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Ghana

Poverty in Sub-Saharan Africa: “A historical perspective on land and labor”

Gareth Austin's picture
A Ghanaian carpenter shapes wood for a coffin in his workshop. ©Jonathan Ernst/World Bank

The inaugural Annual Bank Conference on Africa examined strategies for converting economic growth into poverty reduction. Taking an economic historian’s perspective, the prospects are complicated by long-term shifts in fundamental patterns, specifically from land abundance to land scarcity and, relatedly, from labor repression to landlessness as the principal source of poverty.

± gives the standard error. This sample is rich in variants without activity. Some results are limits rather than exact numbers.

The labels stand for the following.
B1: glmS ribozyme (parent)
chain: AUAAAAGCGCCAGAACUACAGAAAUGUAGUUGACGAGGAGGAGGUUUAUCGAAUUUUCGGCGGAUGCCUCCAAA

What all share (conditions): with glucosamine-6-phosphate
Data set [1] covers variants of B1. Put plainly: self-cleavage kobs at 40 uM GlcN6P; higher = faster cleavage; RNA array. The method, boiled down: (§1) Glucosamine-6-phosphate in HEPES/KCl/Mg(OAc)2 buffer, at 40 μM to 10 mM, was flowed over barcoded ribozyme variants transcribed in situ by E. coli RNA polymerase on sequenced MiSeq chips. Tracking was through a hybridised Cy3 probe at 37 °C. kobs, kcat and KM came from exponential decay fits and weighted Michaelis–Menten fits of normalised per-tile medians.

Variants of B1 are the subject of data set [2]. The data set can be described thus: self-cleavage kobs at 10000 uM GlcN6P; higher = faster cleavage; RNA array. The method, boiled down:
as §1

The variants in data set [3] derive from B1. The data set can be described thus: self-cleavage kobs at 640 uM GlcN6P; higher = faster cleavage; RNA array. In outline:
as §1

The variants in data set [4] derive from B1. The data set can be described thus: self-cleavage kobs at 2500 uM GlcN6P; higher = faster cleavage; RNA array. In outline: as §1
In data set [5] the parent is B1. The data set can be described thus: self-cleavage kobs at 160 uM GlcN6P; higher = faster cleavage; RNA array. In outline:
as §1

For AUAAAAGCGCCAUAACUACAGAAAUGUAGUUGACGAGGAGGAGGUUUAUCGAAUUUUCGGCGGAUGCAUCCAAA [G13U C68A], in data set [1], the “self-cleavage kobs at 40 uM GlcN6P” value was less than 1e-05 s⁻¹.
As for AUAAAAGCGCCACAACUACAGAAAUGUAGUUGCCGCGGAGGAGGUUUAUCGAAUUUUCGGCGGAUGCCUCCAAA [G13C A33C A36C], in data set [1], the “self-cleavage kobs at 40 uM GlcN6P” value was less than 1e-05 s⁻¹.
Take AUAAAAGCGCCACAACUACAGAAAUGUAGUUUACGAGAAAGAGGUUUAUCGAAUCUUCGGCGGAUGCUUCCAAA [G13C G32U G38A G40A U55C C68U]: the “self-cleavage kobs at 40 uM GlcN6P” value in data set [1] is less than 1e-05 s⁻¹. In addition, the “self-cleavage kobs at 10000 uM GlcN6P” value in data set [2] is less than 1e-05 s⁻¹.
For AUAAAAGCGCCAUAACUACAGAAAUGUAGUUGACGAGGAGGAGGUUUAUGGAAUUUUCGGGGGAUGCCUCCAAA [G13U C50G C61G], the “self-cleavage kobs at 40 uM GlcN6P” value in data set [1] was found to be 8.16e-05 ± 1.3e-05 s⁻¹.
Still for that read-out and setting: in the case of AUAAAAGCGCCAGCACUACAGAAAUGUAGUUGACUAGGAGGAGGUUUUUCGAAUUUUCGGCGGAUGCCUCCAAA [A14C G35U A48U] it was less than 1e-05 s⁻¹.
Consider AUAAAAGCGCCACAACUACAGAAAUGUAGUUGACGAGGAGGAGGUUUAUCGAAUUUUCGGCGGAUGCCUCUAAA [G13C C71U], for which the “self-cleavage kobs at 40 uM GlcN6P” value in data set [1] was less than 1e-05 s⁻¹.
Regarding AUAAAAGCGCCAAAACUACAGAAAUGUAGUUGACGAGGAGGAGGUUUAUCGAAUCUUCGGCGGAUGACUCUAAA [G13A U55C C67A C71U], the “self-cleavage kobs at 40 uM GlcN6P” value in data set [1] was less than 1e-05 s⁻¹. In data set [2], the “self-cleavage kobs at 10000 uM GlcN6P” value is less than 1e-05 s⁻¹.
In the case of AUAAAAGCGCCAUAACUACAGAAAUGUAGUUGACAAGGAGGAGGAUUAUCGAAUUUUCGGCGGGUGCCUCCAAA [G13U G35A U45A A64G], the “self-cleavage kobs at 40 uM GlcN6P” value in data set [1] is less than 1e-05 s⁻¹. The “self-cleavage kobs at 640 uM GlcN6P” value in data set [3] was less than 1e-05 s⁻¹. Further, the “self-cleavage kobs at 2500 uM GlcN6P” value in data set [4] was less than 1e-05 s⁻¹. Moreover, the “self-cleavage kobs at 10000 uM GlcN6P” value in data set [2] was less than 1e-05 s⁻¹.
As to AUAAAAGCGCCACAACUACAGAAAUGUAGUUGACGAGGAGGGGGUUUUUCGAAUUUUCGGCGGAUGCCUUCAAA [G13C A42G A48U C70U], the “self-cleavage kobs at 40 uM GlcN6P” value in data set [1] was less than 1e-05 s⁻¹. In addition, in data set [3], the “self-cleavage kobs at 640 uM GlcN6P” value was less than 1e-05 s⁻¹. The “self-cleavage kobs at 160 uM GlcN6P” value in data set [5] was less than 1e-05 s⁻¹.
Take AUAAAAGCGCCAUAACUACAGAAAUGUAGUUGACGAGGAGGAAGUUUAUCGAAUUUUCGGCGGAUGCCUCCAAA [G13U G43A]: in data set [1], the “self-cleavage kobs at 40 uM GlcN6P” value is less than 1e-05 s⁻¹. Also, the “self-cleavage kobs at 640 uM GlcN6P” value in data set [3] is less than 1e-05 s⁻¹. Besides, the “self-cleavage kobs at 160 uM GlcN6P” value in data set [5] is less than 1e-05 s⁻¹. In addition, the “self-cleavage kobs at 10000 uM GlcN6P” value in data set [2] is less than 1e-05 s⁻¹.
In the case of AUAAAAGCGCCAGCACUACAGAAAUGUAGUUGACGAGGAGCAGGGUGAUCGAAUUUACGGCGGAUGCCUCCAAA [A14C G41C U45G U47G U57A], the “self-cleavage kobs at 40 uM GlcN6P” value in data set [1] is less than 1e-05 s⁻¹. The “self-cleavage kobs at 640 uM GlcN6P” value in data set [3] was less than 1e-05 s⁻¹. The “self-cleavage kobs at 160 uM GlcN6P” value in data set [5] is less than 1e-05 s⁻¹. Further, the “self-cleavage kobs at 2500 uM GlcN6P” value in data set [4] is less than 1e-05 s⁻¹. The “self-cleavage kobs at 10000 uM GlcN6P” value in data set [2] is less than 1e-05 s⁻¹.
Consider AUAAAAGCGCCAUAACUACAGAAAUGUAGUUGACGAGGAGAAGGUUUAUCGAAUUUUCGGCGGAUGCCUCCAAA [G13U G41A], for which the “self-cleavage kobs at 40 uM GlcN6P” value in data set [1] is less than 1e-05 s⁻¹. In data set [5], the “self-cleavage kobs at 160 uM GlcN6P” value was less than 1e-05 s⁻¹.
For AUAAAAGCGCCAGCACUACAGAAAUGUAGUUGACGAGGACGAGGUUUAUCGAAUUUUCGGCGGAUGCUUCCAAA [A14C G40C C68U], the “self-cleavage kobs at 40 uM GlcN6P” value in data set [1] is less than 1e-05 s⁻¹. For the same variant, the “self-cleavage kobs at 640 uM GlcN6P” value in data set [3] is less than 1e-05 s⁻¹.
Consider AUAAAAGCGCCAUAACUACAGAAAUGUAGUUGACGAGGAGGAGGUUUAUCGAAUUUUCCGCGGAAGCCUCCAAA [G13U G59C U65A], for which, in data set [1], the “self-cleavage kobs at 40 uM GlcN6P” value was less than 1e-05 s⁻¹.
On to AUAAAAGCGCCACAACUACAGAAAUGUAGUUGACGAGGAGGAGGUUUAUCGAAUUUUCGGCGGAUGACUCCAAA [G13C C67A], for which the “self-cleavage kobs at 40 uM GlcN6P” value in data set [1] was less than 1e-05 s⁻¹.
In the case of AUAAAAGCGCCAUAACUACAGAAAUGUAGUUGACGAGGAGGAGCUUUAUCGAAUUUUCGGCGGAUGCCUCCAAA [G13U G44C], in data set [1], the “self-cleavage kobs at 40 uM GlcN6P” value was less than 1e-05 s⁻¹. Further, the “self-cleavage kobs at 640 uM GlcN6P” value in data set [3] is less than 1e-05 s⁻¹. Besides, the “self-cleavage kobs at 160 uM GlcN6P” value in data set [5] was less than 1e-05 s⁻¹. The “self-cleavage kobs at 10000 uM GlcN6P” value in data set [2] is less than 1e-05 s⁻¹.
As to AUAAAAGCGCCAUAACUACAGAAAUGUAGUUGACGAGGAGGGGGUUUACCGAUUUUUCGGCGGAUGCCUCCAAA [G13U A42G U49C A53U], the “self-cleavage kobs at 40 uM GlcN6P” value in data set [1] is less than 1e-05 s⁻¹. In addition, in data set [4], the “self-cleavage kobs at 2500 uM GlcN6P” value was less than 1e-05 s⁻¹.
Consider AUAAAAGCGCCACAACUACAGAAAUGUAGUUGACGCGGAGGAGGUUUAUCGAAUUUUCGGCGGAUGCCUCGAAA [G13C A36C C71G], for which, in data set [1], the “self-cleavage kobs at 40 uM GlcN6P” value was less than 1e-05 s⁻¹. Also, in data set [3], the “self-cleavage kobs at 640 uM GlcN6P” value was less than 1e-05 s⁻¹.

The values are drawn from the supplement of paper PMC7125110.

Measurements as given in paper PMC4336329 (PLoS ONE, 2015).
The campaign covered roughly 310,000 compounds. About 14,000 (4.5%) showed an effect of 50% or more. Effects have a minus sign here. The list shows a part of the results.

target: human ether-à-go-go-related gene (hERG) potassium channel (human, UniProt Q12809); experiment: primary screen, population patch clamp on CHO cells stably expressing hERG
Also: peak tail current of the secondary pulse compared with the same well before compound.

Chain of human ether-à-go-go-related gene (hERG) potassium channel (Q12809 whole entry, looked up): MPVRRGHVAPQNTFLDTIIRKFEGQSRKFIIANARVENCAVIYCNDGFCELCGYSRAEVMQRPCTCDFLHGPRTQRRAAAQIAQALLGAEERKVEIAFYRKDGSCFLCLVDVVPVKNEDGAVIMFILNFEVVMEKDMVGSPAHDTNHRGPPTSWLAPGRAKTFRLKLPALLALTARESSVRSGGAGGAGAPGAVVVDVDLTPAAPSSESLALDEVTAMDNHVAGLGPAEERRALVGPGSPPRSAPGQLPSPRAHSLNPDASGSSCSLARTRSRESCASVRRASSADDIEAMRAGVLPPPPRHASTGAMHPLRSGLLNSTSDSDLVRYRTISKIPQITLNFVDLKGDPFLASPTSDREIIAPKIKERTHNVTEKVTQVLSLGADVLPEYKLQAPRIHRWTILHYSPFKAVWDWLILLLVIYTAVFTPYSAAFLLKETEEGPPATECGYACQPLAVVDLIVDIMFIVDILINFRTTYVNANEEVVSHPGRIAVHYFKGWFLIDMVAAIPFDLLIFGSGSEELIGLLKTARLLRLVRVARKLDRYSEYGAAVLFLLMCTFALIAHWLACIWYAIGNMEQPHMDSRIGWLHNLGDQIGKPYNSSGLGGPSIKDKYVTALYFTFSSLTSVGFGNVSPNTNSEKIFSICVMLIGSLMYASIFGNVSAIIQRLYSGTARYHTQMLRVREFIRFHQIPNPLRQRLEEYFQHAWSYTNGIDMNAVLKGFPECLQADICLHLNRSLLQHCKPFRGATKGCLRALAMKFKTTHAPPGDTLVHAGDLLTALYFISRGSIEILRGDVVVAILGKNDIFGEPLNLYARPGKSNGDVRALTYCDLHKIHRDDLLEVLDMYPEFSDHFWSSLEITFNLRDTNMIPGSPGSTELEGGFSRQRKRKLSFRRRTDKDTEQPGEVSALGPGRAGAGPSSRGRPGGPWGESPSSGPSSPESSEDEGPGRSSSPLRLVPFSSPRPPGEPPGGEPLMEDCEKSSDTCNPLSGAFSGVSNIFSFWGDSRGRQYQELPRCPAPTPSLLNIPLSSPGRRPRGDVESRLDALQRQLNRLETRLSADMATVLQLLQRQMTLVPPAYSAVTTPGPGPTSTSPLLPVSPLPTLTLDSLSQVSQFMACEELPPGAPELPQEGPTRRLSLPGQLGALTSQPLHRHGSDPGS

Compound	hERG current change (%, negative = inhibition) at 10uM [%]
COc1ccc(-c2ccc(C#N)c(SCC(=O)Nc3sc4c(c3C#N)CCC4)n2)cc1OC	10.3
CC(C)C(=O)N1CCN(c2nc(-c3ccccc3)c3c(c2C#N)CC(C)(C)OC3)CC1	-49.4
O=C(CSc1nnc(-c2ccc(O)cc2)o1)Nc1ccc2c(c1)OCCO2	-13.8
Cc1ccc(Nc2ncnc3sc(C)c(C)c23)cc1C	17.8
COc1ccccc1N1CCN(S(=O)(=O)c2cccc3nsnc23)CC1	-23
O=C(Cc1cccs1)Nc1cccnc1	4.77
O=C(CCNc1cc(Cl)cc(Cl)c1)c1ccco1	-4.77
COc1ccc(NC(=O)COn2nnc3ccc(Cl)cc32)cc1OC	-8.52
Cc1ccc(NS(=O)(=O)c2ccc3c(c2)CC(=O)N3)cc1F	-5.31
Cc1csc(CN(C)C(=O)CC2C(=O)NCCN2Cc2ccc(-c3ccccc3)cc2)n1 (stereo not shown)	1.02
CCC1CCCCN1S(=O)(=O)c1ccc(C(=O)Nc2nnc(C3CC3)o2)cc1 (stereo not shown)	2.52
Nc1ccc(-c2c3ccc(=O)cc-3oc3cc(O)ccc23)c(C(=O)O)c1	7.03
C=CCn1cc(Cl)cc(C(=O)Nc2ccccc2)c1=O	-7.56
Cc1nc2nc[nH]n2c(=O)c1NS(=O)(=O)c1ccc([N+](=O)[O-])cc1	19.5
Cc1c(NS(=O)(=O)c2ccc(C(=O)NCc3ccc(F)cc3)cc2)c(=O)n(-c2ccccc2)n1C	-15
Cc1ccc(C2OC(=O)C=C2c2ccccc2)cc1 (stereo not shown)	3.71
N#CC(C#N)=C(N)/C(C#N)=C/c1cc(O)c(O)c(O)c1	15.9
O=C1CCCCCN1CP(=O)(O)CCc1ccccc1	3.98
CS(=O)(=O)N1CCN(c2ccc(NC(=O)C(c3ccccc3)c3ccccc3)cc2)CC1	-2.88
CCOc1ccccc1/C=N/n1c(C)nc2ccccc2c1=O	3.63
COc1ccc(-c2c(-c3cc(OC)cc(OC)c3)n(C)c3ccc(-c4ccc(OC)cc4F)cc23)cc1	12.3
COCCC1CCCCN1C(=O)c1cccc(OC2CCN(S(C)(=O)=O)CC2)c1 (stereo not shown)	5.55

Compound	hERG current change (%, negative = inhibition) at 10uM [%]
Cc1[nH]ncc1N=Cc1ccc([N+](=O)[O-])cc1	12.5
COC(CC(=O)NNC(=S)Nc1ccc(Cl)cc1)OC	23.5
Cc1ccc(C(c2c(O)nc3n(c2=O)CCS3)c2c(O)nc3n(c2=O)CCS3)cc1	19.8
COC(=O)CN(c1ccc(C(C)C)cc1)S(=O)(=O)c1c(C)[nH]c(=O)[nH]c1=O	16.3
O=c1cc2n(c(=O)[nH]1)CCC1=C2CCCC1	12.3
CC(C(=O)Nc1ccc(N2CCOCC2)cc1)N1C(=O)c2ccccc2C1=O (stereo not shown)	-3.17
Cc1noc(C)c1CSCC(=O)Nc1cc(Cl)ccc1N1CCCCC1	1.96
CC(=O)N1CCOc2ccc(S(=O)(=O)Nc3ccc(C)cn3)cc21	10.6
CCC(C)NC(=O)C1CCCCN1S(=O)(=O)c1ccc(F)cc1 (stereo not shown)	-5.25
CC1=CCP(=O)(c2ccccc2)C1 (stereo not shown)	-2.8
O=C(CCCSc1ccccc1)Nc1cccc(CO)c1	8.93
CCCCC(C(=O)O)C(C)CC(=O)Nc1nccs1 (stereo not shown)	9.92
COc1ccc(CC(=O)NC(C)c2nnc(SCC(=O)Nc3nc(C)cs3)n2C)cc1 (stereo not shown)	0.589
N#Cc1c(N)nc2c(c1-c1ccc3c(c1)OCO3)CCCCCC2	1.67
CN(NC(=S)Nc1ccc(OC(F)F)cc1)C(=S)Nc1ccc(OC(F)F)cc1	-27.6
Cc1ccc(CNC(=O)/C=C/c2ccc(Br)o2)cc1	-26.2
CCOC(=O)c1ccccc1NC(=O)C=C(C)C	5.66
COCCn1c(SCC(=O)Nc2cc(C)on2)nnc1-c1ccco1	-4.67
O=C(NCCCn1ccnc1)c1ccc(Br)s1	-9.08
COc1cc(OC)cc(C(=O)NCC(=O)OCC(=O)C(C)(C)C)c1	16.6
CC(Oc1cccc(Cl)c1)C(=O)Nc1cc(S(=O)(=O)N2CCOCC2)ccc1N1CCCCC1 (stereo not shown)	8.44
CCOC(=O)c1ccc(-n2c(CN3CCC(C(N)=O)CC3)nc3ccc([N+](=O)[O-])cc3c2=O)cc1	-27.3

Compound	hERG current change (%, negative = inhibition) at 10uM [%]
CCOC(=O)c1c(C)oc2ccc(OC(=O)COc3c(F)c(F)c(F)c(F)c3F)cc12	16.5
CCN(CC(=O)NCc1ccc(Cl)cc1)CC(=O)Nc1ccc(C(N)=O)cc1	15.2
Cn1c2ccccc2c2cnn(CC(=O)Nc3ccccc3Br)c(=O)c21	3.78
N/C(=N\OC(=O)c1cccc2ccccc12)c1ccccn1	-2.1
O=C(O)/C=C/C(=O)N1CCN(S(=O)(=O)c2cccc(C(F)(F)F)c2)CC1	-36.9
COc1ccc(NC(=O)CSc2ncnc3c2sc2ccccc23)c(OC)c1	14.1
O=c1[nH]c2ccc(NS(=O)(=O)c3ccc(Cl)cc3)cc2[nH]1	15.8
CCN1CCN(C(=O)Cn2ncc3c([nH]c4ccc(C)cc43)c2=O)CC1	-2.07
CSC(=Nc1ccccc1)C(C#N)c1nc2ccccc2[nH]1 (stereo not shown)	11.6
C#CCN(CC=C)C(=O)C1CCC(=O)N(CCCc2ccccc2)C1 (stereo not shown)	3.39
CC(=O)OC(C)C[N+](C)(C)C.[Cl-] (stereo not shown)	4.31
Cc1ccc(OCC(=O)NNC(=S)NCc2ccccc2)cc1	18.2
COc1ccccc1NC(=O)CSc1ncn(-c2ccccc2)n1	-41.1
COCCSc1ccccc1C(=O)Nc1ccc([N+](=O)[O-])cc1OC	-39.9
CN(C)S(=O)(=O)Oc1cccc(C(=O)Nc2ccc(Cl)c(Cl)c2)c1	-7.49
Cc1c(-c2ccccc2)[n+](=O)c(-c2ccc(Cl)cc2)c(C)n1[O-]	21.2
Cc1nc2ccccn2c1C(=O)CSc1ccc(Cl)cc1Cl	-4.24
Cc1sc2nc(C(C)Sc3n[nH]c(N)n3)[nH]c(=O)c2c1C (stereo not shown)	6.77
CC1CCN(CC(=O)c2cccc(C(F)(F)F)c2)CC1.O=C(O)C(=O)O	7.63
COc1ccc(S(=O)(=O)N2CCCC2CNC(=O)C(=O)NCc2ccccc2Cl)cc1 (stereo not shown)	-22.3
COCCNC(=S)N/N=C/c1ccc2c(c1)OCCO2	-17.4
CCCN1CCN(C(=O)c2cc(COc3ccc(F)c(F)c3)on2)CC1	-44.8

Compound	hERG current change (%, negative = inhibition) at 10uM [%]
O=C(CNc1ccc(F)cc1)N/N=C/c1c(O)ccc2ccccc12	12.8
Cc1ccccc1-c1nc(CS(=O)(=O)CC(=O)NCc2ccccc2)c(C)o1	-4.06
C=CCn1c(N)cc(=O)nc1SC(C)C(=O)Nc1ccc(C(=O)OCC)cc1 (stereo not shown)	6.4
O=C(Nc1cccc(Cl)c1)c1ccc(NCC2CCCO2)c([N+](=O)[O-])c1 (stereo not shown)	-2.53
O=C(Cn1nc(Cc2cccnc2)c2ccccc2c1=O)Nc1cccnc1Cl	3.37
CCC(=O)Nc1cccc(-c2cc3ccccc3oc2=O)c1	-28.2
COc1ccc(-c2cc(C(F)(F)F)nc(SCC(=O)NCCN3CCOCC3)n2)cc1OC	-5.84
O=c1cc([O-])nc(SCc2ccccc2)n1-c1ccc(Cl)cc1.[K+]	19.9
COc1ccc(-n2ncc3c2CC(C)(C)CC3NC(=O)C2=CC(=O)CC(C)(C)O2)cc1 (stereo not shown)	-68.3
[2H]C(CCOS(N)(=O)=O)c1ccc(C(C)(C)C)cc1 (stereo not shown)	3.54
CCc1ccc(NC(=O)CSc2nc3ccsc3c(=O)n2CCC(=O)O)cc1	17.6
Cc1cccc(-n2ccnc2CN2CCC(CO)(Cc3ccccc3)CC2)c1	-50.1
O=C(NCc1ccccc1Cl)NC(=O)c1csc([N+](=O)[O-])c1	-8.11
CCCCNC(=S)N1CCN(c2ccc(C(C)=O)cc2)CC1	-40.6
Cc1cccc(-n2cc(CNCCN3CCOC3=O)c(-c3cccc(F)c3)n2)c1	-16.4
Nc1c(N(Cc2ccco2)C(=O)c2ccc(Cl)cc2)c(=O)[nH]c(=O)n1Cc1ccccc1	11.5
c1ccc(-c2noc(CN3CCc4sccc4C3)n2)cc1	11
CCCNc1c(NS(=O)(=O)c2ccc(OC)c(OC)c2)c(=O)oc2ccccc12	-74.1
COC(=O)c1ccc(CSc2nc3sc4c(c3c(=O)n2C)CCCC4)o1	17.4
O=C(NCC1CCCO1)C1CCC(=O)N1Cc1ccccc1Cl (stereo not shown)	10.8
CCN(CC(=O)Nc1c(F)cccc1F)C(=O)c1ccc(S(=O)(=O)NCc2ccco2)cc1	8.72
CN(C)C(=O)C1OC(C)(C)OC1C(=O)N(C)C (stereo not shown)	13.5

A Billion-dollar Opportunity for Developing Countries

Otaviano Canuto's picture
The decision last week by the Swiss government to sign the OECD’s somewhat lengthily named Convention on Mutual Administrative Assistance in Tax Matters is the latest of a series of developments that have radically increased the amount and quality of tax information available to governments.

The Costs of Being Landlocked: A Road Trip in Africa

Ali Zafar's picture

The Ouagadougou-Accra-Tema corridor, a road stretching from Ouagadougou in West Africa’s Burkina Faso through Ghana’s bustling capital city Accra and onto the country’s port city Tema, is one of Africa’s most well-known corridors. In October, we joined Albert, a 50-year-old driver from Burkina Faso, on a 750 kilometer journey to highlight the high economic costs faced by landlocked countries and the cumbersome border crossings that impede trade.

The journey, which should have taken seven hours by car, took us 17 hours, 1 border crossing and 20 checkpoints.